FREMONT is a film that displays confidence with calmness. An engaging but restrained lead performance from Anaita Wali Zada and an unassuming but pleasant visual style make Babak Jalali’s feature a gently wry and intriguing portrait of one type of immigrant experience in the USA.
Zada leads as Donya, an Afghan resettled in Fremont, having left Kabul on evacuation flights after working as a translator for the US military. To briefly escape Fremont each day – dense with her compatriots – she commutes to San Francisco to work in a fortune cookie factory. Her co-worker encourages her to try dating, but Donya is clearly unsettled and seeks sleeping pills from Dr. Anthony (Gregg Turkington) to aid her insomnia. He convinces her to have recurring therapy sessions while we view her experiences at work and home (and some forays further afield later in the film).
There is an endearingly deadpan quality to FREMONT that Anaita Wali Zada – a former journalist and an Afghan refugee herself – handles with aplomb. Her matter-of-fact delivery of Donya’s observations to Dr. Anthony is never hysterically funny but elicits many pleasant, low-key chuckles. This result is especially the case when juxtaposed against the doctor’s tendency to relate his observations back to Jack London’s White Fang, precisely the sort of minor absurdity in which FREMONT revels. The abrupt death of a co-worker is played humorously, and the editing and framing around it heightens the comedic feel of the moment. The film also puts forward some optimistic moments. A late appearance by Jeremy Allen White as a generous mechanic provides a warm, welcome presence, and he shows good chemistry with Anaita Wali Zada.
“FREMONT has a slight acidity in its script. Donya’s assertion that she never bothered to imagine what America was like when asked if it met her expectations is a delicate puncturing of the shining-city-on-the-hill mindset.”
Nevertheless, FREMONT has a slight acidity in its script. Donya’s assertion that she never bothered to imagine what America was like when asked if it met her expectations is a delicate puncturing of the shining-city-on-the-hill mindset. The American Dream of individualist success is also subtly prodded at with Donya’s boss giving an elaborate story of his father stating that “virtue stands in the middle”, an unknowing admission that to succeed, one must conform and, in some ways, not stand out. There is the occasional minor inelegance, such as when Dr. Anthony seemingly lays out the concept of survivor guilt – already more than evidently present – in ridiculous expository detail. However, these are few and far between and more than offset by the piece’s engaging central performance and overall approach and tone.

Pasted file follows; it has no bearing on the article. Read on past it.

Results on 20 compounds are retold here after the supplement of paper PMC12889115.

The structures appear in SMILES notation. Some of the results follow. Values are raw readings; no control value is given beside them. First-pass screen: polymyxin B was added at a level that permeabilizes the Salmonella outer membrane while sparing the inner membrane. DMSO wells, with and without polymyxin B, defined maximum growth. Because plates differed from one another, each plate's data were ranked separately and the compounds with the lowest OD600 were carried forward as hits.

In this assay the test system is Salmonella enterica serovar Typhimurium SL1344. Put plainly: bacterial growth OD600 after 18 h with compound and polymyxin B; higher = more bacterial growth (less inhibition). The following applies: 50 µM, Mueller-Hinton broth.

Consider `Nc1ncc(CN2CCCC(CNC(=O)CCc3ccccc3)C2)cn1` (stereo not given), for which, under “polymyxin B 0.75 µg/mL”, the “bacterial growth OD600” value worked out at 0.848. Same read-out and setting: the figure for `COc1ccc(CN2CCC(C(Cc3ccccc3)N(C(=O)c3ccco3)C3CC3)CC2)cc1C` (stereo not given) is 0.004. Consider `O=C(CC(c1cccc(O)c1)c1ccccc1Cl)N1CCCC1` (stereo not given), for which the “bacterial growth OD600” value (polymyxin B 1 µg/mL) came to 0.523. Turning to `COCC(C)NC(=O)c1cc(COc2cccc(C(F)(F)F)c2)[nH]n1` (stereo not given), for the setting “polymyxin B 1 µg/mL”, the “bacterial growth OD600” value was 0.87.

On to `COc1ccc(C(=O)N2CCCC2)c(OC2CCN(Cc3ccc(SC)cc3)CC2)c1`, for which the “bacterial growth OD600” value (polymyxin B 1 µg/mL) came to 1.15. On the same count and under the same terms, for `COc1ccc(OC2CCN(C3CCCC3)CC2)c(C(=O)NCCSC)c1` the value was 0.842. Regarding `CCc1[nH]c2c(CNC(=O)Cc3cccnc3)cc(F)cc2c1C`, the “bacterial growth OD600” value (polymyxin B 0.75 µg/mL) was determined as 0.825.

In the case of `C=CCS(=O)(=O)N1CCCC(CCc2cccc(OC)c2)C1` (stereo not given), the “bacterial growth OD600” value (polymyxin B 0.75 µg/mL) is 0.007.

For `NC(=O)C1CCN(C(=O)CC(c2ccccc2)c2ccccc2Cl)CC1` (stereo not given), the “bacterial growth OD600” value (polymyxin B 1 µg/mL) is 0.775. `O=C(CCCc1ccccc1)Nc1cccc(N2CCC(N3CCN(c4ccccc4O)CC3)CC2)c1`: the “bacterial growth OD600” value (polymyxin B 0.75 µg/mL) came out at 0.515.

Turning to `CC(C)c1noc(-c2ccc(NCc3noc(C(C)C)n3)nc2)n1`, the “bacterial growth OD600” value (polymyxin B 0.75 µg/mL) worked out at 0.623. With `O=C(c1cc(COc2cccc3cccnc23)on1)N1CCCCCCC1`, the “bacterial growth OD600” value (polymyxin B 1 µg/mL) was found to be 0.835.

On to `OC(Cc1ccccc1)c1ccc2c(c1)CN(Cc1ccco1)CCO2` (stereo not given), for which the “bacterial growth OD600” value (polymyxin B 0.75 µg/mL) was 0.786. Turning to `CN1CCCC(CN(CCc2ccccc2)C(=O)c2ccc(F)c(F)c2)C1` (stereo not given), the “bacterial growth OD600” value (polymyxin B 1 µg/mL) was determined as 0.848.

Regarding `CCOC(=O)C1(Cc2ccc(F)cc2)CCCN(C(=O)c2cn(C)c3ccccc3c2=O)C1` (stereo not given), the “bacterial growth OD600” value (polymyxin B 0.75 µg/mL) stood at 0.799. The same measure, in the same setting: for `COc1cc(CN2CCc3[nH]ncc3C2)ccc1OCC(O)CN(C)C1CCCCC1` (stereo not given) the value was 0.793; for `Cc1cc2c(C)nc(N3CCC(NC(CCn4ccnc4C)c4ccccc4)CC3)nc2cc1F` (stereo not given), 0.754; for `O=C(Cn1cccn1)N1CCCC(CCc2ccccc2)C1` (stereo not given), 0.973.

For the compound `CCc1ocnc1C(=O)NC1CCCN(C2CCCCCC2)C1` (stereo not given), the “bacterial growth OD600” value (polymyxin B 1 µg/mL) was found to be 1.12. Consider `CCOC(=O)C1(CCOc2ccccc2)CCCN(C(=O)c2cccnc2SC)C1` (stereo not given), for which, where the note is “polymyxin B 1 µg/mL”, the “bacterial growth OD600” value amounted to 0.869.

“…the film will draw comparisons with Jim Jarmusch’s filmography [but] the deadpan humour and inversion of the chasing-the-dream immigrant experience perhaps share more connective thematic tissue with Ben Sharrock’s LIMBO”
The laconic, low-key nature of the film will draw comparisons with Jim Jarmusch’s filmography, especially the black-and-white photography of COFFEE AND CIGARETTES. However, the deadpan humour and inversion of the chasing-the-dream immigrant experience perhaps share more connective thematic tissue with Ben Sharrock’s LIMBO (also shot mainly, as FREMONT is, in the 1.33:1 aspect ratio that encourages lingering on its protagonist’s expressions). That film similarly showed an out-of-step individual who has not necessarily chosen their precise route away from strife in their homeland, with the accompanying sense of survivor’s guilt dampening their experiences thereafter.
FREMONT rarely puts a foot wrong, even if the walking speed is meandering to the point of dallying. Despite the odd under-explored strand (such as her neighbour Suleyman’s antipathy towards her translation work for the US military), FREMONT is a gentle but engaging examination of a woman seeking a dream, hamstrung by her numbness towards her current life.